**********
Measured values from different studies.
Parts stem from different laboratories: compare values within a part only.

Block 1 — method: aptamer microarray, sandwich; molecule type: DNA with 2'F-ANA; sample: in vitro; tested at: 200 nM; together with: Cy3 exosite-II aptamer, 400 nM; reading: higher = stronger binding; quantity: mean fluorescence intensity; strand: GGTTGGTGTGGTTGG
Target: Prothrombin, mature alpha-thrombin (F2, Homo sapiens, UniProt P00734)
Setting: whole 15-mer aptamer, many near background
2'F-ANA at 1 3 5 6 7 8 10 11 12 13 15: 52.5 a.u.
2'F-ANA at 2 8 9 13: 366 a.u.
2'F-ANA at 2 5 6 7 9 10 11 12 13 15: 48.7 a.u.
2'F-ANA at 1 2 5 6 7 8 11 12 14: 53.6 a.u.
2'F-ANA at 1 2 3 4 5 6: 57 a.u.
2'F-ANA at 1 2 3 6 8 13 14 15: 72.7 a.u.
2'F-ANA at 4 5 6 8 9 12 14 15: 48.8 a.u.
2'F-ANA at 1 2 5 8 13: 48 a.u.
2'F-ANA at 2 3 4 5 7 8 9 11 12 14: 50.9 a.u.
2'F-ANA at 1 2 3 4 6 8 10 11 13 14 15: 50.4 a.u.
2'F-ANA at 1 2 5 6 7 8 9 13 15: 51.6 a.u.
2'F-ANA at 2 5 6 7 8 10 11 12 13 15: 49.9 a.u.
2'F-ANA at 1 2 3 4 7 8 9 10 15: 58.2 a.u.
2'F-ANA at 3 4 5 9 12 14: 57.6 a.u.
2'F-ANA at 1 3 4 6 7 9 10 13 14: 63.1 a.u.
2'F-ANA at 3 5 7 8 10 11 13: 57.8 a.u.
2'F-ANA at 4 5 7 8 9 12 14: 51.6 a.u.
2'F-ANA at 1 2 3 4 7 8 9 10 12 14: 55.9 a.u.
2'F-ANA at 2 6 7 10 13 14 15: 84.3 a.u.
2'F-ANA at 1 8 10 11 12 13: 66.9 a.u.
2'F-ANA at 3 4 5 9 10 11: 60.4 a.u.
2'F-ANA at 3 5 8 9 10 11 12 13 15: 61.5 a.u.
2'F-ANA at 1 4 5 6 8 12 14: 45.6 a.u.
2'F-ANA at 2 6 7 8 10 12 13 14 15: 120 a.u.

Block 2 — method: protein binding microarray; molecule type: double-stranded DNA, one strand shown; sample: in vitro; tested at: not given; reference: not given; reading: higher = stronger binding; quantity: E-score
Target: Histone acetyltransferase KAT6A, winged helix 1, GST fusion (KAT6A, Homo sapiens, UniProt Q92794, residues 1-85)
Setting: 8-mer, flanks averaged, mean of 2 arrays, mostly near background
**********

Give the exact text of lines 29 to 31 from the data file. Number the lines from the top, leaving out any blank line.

2'F-ANA at 2 6 7 8 10 12 13 14 15: 120 a.u.

Block 2 — method: protein binding microarray; molecule type: double-stranded DNA, one strand shown; sample: in vitro; tested at: not given; reference: not given; reading: higher = stronger binding; quantity: E-score
Target: Histone acetyltransferase KAT6A, winged helix 1, GST fusion (KAT6A, Homo sapiens, UniProt Q92794, residues 1-85)